Edith Birkhead mentions that the "Iron Shroud" belongs in a type of horror story which is all the more striking because it is based on natural effects and not on the supernatural. She describes the suspense in the story as "ingeniously maintained" as the windows disappear one by one until the walls and the "ponderous roof", all finally collapse upon the victim.[10]

In the "Iron Shroud" the hero, Vivenzio, is aware that he will eventually die. The only remaining question is the mode of his death. The uncertainty over the method of the execution and the manner of death creates the narrative tension. As he observes the windows disappearing one by one, he finally realises the method of his death:

"Yes, yes, that is to be my fate! Yon roof will descend!--these walls will hem me round--and, slowly, slowly, crush me in their iron arms! Lord God! look down upon me, and in mercy strike me with instant death! Oh, fiend--oh, devil--is this your revenge?"

The "iron arms" analogy is apt because in the end the mechanical cell will replace everything Vivenzio knew while incarcerated, including his body. His bed, his bier, his iron shroud and even his skeleton which will eventually turn to dust, will disappear because they will all be crushed. Everything will be replaced in the end by the iron walls of the cell, as if there were an exchange of bodies between Vivenzio and the iron cell. In fact the mind of the victim collapses in fear and enacts his death before it actually happens, thus in itself becoming an instrument of oppression and torture.[2]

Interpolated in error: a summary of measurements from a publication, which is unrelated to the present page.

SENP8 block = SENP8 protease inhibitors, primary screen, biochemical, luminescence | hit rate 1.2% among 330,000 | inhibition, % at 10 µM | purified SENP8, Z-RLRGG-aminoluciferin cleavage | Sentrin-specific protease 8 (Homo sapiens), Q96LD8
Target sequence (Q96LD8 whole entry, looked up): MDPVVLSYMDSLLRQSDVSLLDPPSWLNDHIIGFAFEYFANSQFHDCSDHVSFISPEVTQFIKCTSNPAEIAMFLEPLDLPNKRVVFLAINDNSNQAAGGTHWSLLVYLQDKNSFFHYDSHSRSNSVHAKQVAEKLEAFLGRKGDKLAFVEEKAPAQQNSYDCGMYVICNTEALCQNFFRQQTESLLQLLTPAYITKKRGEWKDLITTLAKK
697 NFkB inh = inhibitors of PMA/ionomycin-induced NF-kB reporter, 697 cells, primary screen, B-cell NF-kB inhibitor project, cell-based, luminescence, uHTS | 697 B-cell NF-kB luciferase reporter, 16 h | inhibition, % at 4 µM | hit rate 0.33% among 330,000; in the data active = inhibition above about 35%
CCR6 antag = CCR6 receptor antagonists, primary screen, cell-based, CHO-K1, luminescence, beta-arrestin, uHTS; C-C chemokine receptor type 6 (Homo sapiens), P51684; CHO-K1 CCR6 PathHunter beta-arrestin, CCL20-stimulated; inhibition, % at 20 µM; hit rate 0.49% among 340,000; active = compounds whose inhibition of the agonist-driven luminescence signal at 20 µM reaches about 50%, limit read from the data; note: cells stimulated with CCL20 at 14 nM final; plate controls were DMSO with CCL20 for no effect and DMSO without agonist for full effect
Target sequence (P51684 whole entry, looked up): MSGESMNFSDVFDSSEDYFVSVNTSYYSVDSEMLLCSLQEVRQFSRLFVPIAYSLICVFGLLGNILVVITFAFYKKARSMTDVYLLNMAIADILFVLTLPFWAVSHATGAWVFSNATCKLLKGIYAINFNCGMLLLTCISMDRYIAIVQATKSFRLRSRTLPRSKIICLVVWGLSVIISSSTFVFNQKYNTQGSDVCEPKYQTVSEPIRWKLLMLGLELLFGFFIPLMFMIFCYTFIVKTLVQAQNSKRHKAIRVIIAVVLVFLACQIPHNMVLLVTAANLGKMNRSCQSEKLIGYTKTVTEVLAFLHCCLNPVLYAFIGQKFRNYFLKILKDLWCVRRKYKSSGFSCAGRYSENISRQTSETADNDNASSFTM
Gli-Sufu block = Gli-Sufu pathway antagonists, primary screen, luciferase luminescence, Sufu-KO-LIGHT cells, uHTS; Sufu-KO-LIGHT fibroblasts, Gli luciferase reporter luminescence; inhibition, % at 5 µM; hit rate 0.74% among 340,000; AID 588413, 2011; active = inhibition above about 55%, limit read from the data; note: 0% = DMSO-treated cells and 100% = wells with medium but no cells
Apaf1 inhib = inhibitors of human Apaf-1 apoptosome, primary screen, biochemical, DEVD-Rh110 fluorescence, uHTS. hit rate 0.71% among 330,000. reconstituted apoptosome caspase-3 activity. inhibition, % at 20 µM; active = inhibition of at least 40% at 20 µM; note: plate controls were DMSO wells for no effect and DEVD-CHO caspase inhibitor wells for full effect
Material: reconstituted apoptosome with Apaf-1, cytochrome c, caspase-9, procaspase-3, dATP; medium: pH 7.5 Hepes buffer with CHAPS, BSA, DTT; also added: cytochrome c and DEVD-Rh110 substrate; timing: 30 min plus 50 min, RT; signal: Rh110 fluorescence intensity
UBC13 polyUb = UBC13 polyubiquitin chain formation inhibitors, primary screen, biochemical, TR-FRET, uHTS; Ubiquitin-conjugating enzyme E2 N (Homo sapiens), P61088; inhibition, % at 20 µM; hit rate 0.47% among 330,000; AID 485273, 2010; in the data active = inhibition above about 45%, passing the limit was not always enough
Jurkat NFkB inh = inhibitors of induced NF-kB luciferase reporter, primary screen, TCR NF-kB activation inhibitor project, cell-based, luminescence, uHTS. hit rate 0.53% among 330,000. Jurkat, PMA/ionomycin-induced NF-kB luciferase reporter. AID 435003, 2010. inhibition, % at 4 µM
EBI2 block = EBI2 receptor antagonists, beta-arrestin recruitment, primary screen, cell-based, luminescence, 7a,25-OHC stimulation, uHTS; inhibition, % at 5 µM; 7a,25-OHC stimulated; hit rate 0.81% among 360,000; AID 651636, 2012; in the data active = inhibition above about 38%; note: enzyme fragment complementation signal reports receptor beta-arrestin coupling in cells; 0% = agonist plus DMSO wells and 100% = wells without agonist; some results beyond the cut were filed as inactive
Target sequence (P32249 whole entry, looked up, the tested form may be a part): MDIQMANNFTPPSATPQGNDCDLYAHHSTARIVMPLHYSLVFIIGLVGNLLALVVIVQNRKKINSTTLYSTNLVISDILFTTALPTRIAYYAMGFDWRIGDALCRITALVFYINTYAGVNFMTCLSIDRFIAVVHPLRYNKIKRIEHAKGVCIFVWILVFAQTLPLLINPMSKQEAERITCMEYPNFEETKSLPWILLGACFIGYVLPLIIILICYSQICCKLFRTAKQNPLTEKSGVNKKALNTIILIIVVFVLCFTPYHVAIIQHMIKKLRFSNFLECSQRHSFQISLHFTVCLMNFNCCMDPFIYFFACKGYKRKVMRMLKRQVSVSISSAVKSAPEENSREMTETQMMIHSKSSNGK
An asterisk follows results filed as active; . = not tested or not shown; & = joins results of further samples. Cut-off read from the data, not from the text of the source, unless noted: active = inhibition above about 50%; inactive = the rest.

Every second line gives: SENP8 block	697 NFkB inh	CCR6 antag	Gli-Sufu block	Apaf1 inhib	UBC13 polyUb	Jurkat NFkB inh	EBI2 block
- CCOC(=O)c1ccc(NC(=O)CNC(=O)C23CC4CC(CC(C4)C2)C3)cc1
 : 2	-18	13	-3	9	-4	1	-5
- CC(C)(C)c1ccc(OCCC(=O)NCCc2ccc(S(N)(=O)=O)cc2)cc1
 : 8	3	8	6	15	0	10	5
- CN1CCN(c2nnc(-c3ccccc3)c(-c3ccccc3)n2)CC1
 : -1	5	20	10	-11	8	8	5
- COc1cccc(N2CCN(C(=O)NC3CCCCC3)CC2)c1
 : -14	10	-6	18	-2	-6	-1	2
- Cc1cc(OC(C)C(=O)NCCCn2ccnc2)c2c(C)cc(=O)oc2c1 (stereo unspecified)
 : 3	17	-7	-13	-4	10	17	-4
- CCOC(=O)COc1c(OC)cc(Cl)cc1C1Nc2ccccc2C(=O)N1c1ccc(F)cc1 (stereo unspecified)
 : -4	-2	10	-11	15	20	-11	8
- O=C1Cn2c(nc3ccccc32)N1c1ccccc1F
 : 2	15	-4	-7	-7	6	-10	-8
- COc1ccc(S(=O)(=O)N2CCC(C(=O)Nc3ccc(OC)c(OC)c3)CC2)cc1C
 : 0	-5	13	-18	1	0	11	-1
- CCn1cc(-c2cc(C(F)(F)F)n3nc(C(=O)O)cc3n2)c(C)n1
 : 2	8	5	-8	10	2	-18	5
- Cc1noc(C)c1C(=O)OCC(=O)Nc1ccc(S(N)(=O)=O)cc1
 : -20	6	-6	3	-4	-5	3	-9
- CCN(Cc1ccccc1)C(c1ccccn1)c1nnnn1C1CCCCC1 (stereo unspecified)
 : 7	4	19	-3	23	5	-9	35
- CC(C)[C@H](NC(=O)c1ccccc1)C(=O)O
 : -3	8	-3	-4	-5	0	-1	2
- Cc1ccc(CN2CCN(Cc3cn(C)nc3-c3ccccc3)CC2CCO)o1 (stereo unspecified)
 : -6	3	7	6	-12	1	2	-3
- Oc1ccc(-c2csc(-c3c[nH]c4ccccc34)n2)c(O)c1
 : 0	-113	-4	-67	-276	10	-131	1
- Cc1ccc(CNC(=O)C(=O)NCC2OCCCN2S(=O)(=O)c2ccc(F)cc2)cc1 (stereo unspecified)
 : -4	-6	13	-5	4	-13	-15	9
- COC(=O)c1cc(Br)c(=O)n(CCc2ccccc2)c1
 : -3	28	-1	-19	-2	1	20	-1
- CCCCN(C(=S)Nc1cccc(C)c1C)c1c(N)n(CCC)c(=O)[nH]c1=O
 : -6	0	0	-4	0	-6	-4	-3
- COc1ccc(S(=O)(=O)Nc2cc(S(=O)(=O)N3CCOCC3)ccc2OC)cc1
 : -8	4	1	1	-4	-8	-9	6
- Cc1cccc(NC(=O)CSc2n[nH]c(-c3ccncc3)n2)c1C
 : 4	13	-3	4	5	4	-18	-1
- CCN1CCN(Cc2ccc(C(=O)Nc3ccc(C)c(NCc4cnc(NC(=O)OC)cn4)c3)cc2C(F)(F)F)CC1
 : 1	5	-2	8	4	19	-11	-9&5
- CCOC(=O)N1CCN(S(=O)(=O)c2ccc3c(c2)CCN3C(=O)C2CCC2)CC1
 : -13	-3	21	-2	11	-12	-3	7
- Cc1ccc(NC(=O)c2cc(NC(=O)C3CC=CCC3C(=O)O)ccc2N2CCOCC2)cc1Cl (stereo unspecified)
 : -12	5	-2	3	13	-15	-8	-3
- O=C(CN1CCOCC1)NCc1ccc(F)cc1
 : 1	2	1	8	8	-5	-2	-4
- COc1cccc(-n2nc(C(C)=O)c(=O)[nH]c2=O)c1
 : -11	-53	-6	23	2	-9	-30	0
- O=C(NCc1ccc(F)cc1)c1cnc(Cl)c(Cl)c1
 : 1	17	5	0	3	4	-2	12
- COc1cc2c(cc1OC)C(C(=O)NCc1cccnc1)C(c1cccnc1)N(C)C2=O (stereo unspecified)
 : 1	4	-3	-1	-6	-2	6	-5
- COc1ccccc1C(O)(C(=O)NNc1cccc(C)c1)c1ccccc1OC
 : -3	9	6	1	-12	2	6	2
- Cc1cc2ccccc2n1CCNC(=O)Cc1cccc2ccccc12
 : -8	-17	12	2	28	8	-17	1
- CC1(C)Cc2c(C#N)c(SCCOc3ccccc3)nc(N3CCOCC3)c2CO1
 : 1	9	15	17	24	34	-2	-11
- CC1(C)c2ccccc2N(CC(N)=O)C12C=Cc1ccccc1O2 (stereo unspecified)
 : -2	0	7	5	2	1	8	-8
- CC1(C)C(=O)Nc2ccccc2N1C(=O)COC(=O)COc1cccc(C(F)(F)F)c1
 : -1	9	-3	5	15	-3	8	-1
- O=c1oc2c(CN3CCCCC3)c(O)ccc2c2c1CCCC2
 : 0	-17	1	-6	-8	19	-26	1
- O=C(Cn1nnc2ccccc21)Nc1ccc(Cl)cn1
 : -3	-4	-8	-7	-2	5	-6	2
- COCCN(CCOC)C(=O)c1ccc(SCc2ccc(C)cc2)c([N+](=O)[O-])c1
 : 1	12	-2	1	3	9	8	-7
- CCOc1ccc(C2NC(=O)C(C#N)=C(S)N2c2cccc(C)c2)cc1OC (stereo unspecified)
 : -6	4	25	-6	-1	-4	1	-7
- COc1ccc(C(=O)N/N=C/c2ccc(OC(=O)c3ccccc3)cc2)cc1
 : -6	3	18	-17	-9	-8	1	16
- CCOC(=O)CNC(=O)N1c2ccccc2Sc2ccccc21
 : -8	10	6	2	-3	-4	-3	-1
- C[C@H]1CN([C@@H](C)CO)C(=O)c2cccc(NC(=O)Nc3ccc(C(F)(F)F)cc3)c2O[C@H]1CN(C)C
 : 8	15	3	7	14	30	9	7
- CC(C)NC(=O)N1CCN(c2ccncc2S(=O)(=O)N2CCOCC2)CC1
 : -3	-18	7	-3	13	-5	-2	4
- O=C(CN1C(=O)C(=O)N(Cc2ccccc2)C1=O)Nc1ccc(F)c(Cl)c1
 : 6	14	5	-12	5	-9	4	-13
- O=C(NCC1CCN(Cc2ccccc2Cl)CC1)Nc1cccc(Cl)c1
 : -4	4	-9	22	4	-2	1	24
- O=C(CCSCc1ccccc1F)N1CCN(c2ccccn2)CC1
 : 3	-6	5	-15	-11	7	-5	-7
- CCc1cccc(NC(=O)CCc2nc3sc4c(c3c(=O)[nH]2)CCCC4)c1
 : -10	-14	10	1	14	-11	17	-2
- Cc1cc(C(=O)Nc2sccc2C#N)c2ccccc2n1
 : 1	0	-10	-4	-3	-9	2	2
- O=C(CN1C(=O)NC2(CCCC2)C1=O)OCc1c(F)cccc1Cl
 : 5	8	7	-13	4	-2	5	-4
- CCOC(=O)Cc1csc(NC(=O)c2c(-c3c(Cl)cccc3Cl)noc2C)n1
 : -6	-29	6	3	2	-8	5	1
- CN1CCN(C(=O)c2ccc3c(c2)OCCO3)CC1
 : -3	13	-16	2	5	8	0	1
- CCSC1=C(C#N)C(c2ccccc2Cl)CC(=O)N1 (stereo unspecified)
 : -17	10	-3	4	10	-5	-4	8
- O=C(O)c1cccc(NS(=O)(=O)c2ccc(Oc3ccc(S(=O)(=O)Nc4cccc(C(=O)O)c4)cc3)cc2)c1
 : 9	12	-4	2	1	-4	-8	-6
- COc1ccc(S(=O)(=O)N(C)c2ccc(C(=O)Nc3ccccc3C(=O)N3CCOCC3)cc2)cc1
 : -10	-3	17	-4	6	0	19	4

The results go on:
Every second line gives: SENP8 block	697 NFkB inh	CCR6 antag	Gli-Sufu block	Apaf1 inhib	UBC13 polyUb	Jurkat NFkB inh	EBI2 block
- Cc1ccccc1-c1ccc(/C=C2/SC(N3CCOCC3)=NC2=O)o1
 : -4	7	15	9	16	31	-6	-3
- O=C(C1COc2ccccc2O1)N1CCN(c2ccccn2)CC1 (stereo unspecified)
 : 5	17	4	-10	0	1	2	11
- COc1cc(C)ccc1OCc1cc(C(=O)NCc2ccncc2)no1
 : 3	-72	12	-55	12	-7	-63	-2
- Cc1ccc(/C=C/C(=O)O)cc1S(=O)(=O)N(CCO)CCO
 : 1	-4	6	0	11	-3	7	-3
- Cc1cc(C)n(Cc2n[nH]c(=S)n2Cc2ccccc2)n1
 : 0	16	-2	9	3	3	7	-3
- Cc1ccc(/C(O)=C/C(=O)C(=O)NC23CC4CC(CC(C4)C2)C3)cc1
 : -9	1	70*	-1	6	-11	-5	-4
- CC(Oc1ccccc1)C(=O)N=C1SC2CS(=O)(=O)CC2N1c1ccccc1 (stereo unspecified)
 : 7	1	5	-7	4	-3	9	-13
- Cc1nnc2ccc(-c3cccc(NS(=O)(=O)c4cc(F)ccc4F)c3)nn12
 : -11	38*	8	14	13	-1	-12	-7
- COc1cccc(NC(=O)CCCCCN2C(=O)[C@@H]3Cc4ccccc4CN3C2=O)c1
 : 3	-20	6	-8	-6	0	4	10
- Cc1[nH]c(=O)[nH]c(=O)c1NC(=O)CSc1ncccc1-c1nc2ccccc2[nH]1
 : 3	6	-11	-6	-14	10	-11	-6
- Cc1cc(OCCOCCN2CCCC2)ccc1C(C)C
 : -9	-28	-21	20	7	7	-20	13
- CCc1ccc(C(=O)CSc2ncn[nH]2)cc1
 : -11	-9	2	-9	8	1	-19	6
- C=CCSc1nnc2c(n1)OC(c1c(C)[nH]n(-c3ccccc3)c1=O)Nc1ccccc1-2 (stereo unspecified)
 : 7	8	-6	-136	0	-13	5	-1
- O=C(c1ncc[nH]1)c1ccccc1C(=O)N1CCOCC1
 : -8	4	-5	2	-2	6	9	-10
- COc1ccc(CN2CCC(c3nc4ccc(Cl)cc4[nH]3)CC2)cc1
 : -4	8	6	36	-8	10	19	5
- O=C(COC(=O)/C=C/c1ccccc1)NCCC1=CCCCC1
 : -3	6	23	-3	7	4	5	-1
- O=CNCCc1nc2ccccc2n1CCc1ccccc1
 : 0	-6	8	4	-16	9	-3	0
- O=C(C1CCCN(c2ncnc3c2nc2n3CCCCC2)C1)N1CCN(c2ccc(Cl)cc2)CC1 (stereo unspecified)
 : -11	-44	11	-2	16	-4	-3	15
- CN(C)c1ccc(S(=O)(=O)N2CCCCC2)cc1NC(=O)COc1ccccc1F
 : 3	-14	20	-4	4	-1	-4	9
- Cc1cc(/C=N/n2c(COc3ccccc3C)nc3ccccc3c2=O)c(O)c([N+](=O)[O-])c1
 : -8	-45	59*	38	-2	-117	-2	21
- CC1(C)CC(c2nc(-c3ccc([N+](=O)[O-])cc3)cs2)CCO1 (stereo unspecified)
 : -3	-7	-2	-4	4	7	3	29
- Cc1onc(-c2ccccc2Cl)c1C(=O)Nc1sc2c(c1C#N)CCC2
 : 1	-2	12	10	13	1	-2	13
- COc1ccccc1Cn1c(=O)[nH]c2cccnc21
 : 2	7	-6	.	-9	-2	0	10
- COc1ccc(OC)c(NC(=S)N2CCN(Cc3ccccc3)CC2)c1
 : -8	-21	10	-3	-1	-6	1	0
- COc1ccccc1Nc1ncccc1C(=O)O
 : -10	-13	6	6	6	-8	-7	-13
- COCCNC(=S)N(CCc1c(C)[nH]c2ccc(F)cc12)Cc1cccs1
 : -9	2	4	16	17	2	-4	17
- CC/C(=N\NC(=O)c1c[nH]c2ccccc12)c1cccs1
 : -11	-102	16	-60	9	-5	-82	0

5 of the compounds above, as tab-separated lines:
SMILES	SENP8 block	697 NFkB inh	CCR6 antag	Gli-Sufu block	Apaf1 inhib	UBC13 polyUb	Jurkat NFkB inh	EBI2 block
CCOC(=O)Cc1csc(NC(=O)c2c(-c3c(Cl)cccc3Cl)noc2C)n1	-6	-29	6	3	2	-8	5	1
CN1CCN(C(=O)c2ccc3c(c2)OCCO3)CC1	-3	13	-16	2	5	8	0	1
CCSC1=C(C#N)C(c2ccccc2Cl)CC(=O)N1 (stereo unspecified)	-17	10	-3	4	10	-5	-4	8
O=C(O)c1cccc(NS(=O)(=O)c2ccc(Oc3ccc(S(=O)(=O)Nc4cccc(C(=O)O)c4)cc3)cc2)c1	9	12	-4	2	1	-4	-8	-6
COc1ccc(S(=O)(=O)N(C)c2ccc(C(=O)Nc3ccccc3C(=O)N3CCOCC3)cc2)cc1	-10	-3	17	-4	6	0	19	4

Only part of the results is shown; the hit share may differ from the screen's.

Response and critical reception[edit]

The Iron Shroud was published in Blackwood's Edinburgh Magazine

J. M. S. Tompkins in his 1927 work "Jane Eyre's 'Iron Shroud'" attributes the metaphor used by Charlotte Brontë in the thirty-fourth chapter of her work Jane Eyre:

My iron shroud contracted round me; persuasion advanced with slow sure step.

to the direct influence of Mudford's story.[11][12][13][14] Jerrold E. Hogle in The Cambridge Companion to Gothic Fiction comes to the same conclusion as Tompkins and adds that the young Brontës were avid readers of Blackwood's Magazine.[2]

John H. Collins, analysing the influence of Mudford's work, comments that "the Shroud story is a first rate piece of writing comparable to the best half-dozen works by Poe" and that "it should not just be dismissed as a mere potboiler which the genius of Poe transformed."[15] He goes on to mention that he thinks many readers mistakenly think that the "Iron Shroud" is one of Poe's works thus further strengthening Poe's reputation by attributing to him a story that he actually plagiarised.[15]

Edith Birkhead calls the "Iron Shroud" a "skillfully constructed" story and mentions that Mudford has been described by Sir Walter Scott as an author who "loves to play at cherry-pit with Satan."; a Shakespearean expression used to indicate familiarity with the Devil.[10][16]

Alexander Hammond, Associate Professor and Vice Chair of the Department of English at Washington State University, in his essay "Subverting Interpretation: Poe’s Geometry in “The Pit and the Pendulum”" suggests that Mudford's countdown of windows in the "Iron Shroud" may have influenced Poe in using numerical and geometrical clues in the "Pit and the Pendulum" to confuse and frighten his narrator.[17]